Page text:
*DISCLAIMER* I stand by any and all comments in regards to the toxic, hyper-masculinity of youth crew. I like the music, but c’mon—it’s literally a culture that grew around a group-think mentality and what’s extremely close to a fashion code. Take it all with a grain of salt though—it’s supposed to be a joke (kind of).
Ah yes, it’s finally that time. I’ve discussed my love for the “edgy” forms of hardcore often, constantly citing powerviolence, screamo, fastcore, and crust as the superior forms of the genre. After all they’re the least “bro”-y of all the styles, less full of Hitler-youth-esque guys in Nike Air Maxes and camo shorts than the other genres (PV has always been more of a “you bet there’s a skull drawn in my notebook” type look). In fact, I’ve often embraced those styles due to their rejection of the hardcore bro, their ability to remain fiercely independent in the face of senseless 90’s worship and rejection of some of the more intense aspects of straight edge. That is, however, all about to change as we delve deep into the style that spawned all the horrible hardcore “fashion” that so many awkward 20-something men, fresh off their Warped Tour phase, have adopted in a vain attempt to prove their masculinity. I’m talking of course about Youth Crew, where shirts aren’t necessary but the incessant need for gang vocals and floor-tom heavy breakdowns are.
Youth Of Today – Break Down The Walls (1986)
Have you ever sat by yourself in your room and thought “Gee, I wish I had more songs about family and people stabbing me in the back?” Well, if you have, then Youth of Today may have just the record for you! Released in 1986, and widely considered to be essential listening in the school of youth crew, Break Down The Walls helped to establish Youth of Today as one of the most influential bands in the style. Lyrically, the band helped to establish youth crew’s firm commitment to (intensely heteronormative) friendship in which every other guy with a shaved head and Nike Air Maxes is your “brother”, and any who betray have “stabbed you in the back”. Stylistically they also had a lot of influence as well. Their commitment to their “families” and “crews” was adopted, as well as their pseudo-jock fashion sense and straight-edge lifestyle. It was cool if you loved slamming nerds into lockers and avoiding talking about your feelings, which I think a lot of these guys probably did.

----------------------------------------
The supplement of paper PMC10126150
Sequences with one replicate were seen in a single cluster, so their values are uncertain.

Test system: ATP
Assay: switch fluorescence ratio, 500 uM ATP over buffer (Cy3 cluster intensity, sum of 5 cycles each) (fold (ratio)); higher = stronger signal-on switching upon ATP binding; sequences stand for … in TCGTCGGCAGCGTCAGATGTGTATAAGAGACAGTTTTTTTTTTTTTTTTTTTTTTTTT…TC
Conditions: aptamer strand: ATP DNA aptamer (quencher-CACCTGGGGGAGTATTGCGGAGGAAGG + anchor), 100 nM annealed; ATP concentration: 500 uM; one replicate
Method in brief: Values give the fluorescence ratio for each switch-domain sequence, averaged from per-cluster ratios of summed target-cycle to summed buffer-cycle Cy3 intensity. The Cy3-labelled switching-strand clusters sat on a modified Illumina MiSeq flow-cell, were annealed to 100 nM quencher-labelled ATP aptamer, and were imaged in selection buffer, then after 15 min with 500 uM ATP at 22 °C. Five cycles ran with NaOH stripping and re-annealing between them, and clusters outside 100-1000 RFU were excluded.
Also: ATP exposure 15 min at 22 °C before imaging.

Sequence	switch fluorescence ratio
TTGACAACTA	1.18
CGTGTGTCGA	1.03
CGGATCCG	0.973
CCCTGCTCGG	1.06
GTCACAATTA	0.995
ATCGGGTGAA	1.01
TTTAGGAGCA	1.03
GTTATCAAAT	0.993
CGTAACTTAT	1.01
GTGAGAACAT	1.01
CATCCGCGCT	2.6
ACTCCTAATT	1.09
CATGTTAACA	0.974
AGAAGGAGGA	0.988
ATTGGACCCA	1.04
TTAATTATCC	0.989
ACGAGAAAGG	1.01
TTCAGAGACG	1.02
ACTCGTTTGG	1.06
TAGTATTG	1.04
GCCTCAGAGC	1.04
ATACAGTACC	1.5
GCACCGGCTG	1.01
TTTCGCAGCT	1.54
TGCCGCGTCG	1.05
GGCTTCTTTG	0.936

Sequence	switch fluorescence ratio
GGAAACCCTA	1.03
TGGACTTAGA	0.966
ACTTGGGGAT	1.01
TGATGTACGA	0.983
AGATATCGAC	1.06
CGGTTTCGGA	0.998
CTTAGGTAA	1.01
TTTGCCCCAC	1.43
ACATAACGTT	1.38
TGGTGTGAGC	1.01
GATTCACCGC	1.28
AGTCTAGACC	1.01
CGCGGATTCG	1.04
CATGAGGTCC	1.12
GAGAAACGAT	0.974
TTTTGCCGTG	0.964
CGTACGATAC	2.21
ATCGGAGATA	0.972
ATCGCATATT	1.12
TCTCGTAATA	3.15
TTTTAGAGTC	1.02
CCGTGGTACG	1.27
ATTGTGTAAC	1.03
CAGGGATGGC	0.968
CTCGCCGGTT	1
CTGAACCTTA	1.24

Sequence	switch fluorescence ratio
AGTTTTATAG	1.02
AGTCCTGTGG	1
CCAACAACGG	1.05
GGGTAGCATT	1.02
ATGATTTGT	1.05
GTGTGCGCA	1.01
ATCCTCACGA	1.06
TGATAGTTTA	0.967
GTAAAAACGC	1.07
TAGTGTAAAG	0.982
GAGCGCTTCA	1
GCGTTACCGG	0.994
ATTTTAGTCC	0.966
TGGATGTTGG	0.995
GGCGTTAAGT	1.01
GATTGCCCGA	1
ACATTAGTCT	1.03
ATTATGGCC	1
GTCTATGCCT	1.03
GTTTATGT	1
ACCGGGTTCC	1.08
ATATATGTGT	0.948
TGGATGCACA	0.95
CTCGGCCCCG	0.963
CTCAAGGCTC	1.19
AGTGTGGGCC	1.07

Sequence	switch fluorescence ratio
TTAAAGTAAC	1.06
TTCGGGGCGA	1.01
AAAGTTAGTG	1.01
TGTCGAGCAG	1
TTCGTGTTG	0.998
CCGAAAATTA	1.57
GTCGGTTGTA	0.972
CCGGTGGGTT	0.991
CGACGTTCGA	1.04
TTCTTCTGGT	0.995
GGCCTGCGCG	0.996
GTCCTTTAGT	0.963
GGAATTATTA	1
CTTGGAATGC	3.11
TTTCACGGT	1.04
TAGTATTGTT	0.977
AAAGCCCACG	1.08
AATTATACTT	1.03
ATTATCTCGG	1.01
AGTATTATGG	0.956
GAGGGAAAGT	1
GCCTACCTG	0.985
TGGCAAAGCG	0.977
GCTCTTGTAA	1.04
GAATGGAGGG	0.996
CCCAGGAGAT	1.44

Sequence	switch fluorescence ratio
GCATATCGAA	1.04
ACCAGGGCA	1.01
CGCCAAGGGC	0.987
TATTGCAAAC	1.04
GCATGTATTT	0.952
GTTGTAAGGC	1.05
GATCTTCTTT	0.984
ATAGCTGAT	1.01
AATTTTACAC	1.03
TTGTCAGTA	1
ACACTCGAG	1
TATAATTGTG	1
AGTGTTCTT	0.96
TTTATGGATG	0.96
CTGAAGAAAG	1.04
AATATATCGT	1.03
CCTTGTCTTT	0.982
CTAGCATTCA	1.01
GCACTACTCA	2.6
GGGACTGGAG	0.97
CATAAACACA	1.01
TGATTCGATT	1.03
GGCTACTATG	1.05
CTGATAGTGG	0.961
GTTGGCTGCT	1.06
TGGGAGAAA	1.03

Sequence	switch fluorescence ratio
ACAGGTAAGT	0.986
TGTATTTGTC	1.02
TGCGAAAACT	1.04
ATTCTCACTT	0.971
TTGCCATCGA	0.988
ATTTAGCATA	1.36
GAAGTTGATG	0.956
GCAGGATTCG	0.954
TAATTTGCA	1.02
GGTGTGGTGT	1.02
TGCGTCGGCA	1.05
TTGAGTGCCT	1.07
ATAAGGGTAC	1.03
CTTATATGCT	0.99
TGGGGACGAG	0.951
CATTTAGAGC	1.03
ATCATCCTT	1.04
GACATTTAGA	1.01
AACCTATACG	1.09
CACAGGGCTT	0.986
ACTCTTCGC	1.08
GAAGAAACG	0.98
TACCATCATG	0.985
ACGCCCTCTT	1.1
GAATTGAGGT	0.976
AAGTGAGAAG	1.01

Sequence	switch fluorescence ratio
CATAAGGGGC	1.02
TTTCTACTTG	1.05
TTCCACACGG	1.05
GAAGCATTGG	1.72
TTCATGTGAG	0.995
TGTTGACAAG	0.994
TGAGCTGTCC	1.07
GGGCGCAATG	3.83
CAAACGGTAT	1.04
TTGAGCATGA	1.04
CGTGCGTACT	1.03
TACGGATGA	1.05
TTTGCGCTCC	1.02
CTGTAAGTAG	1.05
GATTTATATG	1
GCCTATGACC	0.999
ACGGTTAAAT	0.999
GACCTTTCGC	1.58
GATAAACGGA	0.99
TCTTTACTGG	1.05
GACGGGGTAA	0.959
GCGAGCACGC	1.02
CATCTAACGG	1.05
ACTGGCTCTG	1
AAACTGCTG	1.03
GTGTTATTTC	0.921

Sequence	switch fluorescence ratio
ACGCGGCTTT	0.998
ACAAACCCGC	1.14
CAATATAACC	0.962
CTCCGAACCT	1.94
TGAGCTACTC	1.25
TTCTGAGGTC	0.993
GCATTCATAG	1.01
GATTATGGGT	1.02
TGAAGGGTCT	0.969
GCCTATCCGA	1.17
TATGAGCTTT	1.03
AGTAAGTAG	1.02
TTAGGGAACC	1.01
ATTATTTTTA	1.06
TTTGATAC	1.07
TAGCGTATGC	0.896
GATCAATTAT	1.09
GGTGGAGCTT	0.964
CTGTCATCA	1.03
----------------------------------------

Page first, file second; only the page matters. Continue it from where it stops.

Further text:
However where their real impact was was from the musical standpoint. The band helped to define the frantic drumming, groovy breakdowns, and gang vocals that would help to define hardcore from the 80’s through 90’s and even today. The lyrical content over that may be cheesy as shit, and I may not be too keen on their punk through the way of hyper-masculine-preppy-jock aesthetic, but the music is undeniably good. Plus it influenced some bands that even my non-camo short wearing ass can appreciate, like PUNCH, Weekend Nachos, and SPINE.
TORSO – Sono Pronta A Morire (2015)
In order to avoid just ripping on youth crew the entire time through out this article, I decided to break it up by introducing a band that stays within the style, but defines it in a much different way. This is, of course, California’s TORSO, a band who introduces a much needed womanly presence into youth crew. In regards to the rest of the style, and especially its whole “positive youth” stuff, TORSO is refreshing as they seem to actually adhere to that standard. They discuss straight edge without directly tying it into a masculine stereotype, while also addressing feminism and veganism, supporting an anti-boy’s club approach to hardcore. It’s needed across the genre in general, but especially in style like youth crew that seems to find so much of its identity in hyper-masculine displays.
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7 Seconds – The Crew (1984)
Now going back to a classic, and perhaps even more guilty than Youth of Today for encouraging the whole “crew” bullshit (it’s literally the album’s name) is Reno, Nevada’s 7 Seconds. They define the entire movement and sound to an almost comical level, as no track is complete without a healthy dose of group “woah-oh’s”. In addition to this we get some more of those groovy ass, floor tom-heavy breakdowns as well as some break-neck drumming. Heck they even have a song on here called “It’s Not Just Boys’ Fun” about including women in the scene, which is kinda cool, but also does little to actually get women out to shows when the entire attitude of the rest of the scene is reflective of someone flexing a muscle. Anyways, that’s personal beef with youth crew. Going back to a musical perspective this album, as well as all of 7 Seconds discography, proved highly influential to the overall development of hardcore, especially youth crew. It’s an album full of bangers in of its self as well, often being a go-to for me when I want some youth crew but don’t want to feel like I’m being questioned about how much I can bench the entire time.